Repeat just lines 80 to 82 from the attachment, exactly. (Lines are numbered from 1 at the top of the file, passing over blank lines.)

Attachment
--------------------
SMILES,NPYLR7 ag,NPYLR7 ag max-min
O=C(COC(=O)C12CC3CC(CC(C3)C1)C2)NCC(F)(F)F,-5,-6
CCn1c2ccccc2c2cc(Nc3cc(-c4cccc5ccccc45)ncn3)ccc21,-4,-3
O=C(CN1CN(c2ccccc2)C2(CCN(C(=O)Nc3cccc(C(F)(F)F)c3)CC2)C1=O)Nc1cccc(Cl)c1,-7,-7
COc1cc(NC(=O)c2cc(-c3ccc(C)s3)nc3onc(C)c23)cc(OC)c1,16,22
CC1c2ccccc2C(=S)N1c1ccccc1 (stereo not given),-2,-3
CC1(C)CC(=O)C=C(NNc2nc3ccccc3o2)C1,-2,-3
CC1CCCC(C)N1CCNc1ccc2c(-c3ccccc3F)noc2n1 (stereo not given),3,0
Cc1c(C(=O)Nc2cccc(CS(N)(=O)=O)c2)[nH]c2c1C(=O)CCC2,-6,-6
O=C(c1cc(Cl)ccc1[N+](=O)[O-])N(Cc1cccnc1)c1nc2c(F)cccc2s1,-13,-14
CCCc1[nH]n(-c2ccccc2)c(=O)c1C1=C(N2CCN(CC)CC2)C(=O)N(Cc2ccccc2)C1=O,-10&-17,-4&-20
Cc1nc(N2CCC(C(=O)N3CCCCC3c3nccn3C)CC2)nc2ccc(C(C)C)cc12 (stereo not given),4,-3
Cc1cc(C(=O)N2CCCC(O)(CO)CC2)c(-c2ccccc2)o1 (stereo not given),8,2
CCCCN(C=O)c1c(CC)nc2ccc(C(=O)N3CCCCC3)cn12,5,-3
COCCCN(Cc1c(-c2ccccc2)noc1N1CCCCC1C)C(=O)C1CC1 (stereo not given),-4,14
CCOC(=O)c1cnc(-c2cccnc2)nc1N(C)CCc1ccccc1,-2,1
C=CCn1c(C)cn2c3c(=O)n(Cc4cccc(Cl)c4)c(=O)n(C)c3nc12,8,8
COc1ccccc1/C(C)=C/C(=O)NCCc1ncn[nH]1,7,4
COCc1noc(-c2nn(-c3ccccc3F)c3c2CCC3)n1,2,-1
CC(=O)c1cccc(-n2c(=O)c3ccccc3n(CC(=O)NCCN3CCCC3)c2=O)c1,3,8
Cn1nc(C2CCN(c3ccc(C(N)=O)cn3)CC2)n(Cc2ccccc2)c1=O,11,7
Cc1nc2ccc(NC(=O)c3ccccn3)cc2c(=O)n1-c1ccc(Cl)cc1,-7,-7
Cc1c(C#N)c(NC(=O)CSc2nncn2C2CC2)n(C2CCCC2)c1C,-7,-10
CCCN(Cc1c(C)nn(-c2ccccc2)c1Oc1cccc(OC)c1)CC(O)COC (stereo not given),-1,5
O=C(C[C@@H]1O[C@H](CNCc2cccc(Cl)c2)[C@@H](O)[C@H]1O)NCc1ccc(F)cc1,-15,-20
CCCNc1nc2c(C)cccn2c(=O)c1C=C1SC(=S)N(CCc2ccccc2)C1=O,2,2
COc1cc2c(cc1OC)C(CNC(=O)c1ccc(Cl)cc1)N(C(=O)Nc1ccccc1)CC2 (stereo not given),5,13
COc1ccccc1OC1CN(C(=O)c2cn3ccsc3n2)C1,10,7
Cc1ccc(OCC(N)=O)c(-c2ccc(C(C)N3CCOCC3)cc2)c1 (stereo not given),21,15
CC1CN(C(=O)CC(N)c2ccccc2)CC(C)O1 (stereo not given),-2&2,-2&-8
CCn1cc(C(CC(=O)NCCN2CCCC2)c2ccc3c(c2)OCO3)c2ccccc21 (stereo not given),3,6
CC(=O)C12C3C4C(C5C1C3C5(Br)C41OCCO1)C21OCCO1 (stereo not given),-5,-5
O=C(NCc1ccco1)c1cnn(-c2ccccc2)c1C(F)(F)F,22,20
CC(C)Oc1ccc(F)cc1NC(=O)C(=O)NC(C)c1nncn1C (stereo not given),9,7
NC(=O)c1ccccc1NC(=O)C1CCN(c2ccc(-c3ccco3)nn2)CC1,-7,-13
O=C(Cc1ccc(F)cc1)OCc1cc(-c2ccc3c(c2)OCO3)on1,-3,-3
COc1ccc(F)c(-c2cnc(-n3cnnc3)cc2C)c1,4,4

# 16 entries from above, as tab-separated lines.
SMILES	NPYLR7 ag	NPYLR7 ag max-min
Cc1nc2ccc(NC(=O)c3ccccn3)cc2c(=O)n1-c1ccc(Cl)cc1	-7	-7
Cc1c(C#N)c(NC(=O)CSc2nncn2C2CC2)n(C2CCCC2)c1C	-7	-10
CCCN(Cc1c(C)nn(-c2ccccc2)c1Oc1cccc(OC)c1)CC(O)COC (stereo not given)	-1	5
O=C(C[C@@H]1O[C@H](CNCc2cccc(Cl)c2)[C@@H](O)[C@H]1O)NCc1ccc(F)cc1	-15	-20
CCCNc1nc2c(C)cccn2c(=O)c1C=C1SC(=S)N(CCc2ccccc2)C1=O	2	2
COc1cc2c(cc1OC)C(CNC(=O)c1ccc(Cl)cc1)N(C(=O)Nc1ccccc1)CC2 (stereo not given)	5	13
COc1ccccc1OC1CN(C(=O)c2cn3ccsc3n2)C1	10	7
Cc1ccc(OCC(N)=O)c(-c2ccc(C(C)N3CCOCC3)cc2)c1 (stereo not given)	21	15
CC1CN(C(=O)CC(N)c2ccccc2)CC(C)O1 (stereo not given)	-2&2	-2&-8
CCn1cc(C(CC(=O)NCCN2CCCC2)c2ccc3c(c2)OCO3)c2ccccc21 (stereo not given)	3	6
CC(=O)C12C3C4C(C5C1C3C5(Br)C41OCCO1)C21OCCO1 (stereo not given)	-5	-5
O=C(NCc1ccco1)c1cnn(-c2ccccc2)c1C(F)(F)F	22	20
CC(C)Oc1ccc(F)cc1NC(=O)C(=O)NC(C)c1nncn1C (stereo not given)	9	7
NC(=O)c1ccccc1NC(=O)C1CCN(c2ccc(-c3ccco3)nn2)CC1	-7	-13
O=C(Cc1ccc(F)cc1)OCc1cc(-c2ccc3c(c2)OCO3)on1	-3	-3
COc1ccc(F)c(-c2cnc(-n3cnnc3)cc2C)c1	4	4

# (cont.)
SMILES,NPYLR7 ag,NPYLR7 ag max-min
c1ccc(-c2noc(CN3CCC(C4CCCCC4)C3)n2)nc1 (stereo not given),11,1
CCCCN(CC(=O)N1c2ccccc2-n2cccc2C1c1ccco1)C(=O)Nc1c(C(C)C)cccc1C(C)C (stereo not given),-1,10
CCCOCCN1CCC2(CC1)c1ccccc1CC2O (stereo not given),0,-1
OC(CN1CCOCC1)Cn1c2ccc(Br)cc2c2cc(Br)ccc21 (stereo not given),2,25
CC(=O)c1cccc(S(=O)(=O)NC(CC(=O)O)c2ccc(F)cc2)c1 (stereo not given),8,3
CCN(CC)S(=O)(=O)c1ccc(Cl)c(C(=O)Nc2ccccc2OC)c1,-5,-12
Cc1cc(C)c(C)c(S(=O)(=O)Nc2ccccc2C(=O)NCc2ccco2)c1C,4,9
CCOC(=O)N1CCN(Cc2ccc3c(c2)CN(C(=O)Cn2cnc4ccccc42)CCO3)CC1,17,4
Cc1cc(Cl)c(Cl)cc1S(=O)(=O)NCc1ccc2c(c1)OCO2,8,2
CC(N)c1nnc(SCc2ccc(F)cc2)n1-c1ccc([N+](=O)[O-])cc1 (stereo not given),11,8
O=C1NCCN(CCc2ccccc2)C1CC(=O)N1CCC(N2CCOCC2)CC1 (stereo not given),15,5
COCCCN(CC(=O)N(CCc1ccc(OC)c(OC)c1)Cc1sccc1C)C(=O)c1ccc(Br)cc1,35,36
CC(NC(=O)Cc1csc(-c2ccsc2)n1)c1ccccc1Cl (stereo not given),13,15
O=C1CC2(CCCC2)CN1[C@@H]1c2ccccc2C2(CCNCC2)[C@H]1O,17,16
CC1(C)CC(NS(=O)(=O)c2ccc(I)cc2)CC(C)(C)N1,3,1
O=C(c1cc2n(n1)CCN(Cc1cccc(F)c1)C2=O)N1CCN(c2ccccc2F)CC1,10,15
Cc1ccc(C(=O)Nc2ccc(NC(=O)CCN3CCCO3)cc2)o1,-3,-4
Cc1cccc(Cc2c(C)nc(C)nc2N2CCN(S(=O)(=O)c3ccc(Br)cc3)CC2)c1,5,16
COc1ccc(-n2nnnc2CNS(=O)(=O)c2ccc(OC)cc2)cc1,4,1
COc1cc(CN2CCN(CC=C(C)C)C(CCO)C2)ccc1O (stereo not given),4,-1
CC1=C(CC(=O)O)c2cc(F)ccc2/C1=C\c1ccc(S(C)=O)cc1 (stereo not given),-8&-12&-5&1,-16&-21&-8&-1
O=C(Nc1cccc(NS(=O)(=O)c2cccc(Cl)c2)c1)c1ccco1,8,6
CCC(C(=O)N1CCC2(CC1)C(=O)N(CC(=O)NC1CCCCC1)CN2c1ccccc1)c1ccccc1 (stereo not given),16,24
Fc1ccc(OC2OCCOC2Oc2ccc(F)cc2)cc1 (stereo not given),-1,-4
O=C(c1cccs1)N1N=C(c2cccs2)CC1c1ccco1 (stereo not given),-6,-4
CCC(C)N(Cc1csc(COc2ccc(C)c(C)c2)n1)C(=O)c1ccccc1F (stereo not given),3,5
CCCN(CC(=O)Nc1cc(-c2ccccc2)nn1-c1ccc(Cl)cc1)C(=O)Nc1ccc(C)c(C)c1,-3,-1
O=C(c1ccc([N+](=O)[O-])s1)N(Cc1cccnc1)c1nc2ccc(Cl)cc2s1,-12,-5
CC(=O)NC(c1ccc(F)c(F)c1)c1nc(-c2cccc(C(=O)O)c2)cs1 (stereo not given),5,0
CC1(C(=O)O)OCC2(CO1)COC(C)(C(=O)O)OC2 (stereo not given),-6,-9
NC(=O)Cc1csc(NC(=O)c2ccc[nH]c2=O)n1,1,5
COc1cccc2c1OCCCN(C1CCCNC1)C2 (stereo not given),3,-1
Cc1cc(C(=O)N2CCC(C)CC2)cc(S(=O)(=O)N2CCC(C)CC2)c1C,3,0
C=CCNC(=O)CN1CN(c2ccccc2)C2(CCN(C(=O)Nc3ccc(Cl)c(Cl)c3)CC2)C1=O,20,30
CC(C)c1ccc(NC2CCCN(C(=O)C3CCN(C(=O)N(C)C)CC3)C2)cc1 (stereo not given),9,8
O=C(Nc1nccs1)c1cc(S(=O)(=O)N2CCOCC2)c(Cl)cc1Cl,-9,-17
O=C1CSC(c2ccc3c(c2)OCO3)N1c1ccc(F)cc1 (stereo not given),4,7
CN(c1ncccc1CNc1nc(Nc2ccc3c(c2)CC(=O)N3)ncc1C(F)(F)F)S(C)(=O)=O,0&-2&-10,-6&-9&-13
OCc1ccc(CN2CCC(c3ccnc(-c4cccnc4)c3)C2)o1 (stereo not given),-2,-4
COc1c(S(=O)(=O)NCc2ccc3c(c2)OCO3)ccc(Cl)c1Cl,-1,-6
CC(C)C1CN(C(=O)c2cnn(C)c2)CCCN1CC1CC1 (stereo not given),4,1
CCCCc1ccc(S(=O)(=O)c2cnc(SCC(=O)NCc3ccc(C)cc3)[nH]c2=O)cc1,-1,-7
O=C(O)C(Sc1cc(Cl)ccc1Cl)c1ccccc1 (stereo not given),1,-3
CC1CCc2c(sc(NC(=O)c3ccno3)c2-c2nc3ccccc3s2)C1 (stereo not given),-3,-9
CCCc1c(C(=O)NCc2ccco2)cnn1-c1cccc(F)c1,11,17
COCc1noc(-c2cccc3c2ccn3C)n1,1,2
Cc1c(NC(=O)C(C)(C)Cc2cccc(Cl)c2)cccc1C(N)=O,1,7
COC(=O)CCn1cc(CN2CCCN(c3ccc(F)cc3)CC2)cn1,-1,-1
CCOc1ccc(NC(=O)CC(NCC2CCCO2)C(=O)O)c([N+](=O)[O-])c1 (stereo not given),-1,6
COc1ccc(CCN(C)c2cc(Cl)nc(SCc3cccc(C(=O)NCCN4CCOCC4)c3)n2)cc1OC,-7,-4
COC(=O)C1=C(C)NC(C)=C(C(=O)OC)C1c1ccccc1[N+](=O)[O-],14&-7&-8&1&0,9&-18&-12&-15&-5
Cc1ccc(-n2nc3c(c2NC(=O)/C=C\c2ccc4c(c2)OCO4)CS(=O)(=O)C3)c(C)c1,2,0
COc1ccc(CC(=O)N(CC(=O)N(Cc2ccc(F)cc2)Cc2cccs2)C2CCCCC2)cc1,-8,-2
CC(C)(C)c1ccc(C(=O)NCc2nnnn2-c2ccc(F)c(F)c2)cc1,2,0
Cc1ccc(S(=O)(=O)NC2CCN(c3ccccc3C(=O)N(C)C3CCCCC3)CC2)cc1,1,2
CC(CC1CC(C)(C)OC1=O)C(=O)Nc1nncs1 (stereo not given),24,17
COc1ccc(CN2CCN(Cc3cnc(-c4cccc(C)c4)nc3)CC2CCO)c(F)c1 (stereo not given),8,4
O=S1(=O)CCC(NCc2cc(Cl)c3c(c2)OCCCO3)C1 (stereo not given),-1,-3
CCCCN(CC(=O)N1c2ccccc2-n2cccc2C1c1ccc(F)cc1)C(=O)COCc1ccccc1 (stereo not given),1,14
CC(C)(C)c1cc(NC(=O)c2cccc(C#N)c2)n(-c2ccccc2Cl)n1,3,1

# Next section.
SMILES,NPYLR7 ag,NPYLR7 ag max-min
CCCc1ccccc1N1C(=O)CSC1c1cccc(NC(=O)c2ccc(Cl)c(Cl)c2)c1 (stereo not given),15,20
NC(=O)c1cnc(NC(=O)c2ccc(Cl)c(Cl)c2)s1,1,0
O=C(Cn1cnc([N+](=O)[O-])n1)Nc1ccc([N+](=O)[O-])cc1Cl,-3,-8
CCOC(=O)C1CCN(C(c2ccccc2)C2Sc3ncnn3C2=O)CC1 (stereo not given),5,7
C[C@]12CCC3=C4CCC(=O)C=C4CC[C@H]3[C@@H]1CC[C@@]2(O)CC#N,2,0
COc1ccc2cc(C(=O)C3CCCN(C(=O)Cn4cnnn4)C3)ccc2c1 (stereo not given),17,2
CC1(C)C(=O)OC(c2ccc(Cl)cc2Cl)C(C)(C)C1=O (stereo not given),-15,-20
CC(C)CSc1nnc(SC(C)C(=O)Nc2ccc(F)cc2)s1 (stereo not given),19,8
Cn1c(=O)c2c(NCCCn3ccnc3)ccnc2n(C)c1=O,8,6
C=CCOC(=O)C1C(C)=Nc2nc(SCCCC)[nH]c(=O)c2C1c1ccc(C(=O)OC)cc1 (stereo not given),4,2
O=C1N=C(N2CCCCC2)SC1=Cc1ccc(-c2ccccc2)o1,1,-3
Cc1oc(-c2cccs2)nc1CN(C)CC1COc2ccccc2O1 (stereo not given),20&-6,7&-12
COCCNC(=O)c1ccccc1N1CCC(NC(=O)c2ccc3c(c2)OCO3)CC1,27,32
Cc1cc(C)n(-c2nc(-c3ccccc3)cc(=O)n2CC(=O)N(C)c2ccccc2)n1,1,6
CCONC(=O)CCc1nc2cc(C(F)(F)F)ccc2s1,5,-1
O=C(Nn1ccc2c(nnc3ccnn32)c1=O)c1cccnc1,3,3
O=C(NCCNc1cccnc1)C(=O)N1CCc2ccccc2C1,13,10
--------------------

CCC(C(=O)N1CCC2(CC1)C(=O)N(CC(=O)NC1CCCCC1)CN2c1ccccc1)c1ccccc1 (stereo not given),16,24
Fc1ccc(OC2OCCOC2Oc2ccc(F)cc2)cc1 (stereo not given),-1,-4
O=C(c1cccs1)N1N=C(c2cccs2)CC1c1ccco1 (stereo not given),-6,-4